But arguing against that is the fact that this particular pattern of moral intuition turns out to be continuing, at least in some form, even in relatively secular societies. I think that points to something even deeper, and that is that this intuition is based not only in entrenched, pro-religious norms, but in our consciousness as human beings, which after all, according to the biblical worldview, we believe cannot but testify both to the existence of God and to the reality of objective moral judgment. The fact is we know that we are known, we sense that we are watched, and we feel convicted by and accountable to moral judgments that do not come merely from our fellow human beings.

There’s a certain irony embedded in this story, of course, and a certain frustration evident as well. It has to be very frustrating to atheists that there continues to be a moral intuition that atheists are morally suspect found even among atheists. Of course the biblical worldview reminds us fundamentally that every single human being, just by being a thinking human being — and that would include every single atheist — actually knows truths that cannot be not known. And that’s based on more than intuition, but intuition inevitably follows.

Part II

Looking back on the Summer of Love and the cultural revolution, 50 years later

Next, as the summer of 2017 winds to an end, we need to remember what took place in the summer 50 years ago — the so-called “summer of love.” And that was a major turning point in American society, Andrew Ferguson writing a cover story for the Weekly Standard reminds us from San Francisco,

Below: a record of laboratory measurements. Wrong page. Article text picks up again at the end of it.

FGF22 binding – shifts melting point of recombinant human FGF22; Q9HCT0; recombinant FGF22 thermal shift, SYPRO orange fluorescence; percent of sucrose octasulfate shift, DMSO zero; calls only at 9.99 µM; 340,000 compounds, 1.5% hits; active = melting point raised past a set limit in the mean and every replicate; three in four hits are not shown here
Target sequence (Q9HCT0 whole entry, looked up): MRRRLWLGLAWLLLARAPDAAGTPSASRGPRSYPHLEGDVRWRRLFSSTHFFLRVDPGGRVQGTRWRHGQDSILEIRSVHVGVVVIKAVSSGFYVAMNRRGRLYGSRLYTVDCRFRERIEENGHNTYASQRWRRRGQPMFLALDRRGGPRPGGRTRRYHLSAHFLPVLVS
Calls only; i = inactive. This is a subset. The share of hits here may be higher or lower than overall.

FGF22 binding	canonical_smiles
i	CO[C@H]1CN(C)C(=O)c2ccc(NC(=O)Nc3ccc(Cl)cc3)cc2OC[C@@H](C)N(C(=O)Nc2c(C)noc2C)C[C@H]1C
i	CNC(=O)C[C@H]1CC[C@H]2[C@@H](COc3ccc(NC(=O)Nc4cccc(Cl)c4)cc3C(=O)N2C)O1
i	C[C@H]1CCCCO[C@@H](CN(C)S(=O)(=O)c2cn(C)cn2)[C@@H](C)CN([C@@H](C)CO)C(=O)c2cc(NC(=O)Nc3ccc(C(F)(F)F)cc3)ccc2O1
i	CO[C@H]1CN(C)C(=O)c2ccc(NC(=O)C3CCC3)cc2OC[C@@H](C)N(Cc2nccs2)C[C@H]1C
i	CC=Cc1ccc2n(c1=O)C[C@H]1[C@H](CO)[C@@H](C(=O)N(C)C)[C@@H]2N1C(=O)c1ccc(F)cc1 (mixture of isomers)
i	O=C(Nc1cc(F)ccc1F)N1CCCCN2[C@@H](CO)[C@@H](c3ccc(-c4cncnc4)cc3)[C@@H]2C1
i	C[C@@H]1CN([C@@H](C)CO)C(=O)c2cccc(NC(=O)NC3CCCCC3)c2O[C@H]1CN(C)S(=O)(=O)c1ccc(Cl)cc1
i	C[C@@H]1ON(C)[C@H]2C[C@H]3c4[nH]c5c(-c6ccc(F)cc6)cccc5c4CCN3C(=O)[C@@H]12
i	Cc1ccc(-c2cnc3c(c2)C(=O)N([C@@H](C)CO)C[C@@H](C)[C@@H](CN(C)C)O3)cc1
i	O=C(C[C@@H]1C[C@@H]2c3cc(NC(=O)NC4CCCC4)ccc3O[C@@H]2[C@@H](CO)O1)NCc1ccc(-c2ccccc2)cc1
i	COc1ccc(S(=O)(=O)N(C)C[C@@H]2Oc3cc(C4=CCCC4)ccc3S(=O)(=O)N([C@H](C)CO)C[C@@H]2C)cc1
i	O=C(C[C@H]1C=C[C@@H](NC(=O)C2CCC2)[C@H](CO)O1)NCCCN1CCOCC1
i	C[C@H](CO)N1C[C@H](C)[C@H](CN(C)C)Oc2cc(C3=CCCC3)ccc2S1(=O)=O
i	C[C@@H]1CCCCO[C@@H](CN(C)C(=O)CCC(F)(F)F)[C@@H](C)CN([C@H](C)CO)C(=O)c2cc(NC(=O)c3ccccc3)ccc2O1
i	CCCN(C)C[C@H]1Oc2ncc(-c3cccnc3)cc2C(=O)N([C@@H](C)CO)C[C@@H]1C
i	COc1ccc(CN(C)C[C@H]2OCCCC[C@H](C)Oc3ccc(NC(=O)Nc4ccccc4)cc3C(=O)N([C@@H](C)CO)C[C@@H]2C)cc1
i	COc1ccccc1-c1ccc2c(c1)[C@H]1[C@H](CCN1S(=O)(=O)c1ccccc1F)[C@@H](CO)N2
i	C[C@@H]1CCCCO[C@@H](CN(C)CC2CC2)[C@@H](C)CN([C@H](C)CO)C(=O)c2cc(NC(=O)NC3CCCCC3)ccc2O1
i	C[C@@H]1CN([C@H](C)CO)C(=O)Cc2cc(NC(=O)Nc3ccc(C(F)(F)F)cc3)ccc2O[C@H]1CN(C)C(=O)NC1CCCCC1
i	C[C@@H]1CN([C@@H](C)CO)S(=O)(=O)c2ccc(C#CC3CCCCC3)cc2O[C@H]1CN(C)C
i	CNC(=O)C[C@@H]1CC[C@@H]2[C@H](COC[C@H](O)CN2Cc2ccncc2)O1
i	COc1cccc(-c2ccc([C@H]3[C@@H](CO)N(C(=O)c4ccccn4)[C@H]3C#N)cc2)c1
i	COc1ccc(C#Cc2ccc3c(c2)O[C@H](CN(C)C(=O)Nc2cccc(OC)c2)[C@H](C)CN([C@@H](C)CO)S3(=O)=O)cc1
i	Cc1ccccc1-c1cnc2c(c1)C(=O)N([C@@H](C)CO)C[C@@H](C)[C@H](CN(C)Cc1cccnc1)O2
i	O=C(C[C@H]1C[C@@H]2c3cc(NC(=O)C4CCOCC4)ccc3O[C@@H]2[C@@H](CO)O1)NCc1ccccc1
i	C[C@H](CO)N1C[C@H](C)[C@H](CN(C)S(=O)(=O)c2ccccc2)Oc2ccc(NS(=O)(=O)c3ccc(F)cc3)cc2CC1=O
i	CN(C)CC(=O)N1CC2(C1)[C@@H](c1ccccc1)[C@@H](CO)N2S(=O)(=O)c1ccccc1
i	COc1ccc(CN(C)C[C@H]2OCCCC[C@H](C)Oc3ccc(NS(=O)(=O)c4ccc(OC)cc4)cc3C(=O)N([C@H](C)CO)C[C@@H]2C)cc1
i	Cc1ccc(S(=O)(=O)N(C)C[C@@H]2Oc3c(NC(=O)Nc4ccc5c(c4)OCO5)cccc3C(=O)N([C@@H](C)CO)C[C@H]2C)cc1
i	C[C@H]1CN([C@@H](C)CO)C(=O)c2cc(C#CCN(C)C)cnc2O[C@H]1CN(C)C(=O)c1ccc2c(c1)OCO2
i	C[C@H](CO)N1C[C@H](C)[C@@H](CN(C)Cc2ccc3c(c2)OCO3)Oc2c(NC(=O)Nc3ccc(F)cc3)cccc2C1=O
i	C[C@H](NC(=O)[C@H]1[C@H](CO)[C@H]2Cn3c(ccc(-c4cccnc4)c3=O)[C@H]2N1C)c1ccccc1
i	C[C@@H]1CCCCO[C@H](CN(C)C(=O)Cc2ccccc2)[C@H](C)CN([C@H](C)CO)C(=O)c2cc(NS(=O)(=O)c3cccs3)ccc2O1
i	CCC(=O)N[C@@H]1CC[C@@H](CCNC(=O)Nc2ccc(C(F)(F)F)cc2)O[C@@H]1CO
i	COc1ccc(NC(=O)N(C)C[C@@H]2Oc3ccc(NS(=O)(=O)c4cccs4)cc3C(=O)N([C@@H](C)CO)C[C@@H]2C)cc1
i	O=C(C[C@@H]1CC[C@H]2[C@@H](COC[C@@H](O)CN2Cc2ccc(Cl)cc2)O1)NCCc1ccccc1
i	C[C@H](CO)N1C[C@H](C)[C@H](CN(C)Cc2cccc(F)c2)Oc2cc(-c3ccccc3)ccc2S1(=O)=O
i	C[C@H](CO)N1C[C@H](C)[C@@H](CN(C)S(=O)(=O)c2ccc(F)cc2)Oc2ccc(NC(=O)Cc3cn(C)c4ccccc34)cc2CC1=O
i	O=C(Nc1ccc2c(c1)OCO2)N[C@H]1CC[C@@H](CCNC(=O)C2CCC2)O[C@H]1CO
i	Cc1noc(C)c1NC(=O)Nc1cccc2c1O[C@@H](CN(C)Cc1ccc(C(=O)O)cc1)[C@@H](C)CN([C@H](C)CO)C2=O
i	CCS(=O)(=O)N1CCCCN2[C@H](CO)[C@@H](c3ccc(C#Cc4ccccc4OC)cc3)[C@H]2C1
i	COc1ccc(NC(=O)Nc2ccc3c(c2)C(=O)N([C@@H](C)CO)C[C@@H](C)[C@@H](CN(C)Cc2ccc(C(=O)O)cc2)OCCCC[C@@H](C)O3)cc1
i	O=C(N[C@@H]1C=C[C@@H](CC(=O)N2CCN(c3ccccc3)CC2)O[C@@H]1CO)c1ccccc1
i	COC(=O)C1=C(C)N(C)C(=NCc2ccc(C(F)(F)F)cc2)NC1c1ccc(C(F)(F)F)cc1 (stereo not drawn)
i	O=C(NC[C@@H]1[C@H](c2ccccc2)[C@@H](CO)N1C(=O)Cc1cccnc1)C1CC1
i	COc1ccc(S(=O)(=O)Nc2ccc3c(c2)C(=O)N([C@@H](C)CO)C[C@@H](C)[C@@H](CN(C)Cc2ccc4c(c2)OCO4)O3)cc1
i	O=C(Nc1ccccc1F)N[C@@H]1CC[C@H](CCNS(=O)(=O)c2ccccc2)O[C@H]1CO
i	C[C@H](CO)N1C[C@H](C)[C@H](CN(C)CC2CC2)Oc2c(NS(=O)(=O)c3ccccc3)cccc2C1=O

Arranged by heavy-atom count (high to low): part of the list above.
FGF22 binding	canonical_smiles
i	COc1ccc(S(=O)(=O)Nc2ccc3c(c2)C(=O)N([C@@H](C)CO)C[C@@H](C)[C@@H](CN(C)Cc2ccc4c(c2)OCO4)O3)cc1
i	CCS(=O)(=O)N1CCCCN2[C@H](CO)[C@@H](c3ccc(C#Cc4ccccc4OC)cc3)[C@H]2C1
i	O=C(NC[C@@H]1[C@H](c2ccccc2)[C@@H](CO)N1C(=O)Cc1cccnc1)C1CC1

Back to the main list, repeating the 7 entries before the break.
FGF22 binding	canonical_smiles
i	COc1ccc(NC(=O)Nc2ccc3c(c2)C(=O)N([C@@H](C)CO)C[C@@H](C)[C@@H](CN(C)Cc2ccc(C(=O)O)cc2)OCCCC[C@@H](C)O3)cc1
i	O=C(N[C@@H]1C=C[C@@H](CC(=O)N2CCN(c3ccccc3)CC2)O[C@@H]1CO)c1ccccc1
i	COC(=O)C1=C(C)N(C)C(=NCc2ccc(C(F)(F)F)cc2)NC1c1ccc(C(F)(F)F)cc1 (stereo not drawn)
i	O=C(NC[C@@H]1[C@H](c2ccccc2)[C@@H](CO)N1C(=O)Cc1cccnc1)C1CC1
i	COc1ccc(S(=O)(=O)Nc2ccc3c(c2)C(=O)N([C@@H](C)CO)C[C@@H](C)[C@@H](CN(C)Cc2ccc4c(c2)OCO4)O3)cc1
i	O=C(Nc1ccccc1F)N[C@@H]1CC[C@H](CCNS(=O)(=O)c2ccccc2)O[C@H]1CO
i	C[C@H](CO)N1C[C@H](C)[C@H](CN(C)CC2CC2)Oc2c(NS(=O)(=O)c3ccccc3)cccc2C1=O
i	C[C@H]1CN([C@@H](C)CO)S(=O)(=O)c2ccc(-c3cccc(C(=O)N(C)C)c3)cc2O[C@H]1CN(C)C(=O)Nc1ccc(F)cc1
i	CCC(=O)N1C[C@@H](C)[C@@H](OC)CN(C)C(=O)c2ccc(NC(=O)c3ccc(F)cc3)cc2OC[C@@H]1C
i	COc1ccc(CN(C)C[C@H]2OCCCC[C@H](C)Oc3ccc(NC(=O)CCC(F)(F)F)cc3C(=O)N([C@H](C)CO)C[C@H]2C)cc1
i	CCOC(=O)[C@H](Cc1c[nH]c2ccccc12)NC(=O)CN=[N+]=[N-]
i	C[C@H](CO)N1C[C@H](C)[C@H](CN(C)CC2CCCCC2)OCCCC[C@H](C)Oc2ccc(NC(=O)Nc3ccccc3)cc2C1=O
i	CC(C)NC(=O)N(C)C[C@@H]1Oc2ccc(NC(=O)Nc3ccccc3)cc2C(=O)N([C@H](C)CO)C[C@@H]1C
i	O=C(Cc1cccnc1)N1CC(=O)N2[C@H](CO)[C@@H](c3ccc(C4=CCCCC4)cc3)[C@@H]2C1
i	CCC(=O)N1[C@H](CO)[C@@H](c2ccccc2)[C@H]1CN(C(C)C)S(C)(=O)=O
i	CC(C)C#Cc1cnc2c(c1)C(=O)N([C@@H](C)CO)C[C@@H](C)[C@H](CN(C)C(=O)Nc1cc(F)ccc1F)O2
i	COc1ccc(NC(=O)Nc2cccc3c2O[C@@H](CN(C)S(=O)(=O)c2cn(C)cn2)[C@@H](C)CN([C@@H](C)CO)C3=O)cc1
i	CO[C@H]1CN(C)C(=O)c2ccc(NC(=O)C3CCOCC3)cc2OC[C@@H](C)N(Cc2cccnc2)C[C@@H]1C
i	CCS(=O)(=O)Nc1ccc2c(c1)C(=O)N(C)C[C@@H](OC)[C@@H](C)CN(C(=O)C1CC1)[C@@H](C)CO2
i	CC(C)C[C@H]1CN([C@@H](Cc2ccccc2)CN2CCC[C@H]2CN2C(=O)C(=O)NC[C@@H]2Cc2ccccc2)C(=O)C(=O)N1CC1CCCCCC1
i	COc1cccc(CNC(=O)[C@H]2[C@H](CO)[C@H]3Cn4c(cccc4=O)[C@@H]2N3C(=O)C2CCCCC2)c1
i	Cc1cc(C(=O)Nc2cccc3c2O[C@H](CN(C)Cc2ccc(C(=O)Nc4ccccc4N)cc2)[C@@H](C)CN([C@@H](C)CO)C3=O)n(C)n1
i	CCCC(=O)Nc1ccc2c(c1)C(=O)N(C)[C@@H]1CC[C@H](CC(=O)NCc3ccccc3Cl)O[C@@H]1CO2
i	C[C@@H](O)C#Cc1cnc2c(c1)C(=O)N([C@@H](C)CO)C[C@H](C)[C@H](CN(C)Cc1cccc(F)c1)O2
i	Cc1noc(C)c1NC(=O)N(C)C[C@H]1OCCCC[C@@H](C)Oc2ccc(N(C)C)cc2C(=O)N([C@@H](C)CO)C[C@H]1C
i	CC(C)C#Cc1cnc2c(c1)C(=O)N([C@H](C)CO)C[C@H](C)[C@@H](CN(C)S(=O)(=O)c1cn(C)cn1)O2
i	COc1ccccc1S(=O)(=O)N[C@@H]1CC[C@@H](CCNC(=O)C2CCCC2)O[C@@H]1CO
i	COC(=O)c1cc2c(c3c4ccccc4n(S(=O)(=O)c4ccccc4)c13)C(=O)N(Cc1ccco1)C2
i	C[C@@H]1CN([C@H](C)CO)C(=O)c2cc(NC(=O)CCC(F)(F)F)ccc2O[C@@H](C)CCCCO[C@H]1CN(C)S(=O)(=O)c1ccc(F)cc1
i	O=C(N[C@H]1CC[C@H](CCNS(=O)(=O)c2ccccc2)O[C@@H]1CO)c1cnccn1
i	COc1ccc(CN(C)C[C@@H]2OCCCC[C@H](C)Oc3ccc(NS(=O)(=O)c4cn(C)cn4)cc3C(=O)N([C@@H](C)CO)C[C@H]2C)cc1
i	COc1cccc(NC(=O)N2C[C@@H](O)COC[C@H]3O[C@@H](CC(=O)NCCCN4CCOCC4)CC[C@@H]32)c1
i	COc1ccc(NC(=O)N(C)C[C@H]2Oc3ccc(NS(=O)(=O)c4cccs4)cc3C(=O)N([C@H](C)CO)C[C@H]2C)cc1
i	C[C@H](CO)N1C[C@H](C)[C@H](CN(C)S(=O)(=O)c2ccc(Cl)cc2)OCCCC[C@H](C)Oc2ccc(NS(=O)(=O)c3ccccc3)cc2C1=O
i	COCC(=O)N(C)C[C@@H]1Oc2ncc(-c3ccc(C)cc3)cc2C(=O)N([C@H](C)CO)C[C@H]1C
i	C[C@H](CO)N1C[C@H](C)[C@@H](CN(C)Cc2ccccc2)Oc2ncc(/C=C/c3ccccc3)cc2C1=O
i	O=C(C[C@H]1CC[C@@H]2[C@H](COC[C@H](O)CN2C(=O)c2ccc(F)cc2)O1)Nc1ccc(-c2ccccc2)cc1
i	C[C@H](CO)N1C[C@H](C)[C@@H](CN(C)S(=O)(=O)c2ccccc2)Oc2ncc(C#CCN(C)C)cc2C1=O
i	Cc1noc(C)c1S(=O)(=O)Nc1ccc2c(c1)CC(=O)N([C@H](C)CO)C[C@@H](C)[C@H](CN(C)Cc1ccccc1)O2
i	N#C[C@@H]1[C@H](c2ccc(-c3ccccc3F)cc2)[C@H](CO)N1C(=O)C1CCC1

“If you’re going to San Francisco, be sure to check out the trams at the airport. They’re done up in psychedelic colors. And over by the gates you can have your picture taken in a mock-up of an old VW bus like the hippies used to drive, also decorated psychedelically. Wearing flowers in your hair is strictly optional.”

Then he goes on to say,

“When you get into the city proper, passing several psychedelic billboards, you’ll find it jumping with events celebrating the 50th anniversary of the Summer of Love. Having come to an end half a century ago, the Summer of Love,”

he says,

“is one of those events San Francisco has never quite got over, like the gold rush and those two earthquakes. The summer of 1967 is considered by people who like to consider such things to be the high-water mark of the hippies, the climax of the counterculture, the Camelot moment when all that was lovely and innocent about the sixties blossomed fleetingly from the potential to the actual.”

Well, Ferguson waxes quite prosaic there, as he thinks about the Summer of Love, but from a Christian worldview perspective what’s most important for us to recognize that we are living 50 years later with the cultural, moral, and philosophical legacy of the Summer of Love all around us. The attractions of San Francisco in the Summer of Love to the counterculture were all too evident. Zoë Corbyn, writing at The Chronicle of Higher Education, reminds us,

“In the summer of 1967, tens of thousands of young people converged [in San Francisco drawn by sex, drugs, rock ’n’ roll, and the promise of a new way to live.”

Now by the way, Corbyn is writing about the fact that, of course, a conference, an academic conference, on the Summer of Love was held over the summer in San Francisco. It was known as,

“Revisiting the Summer of Love, Rethinking the Counterculture.”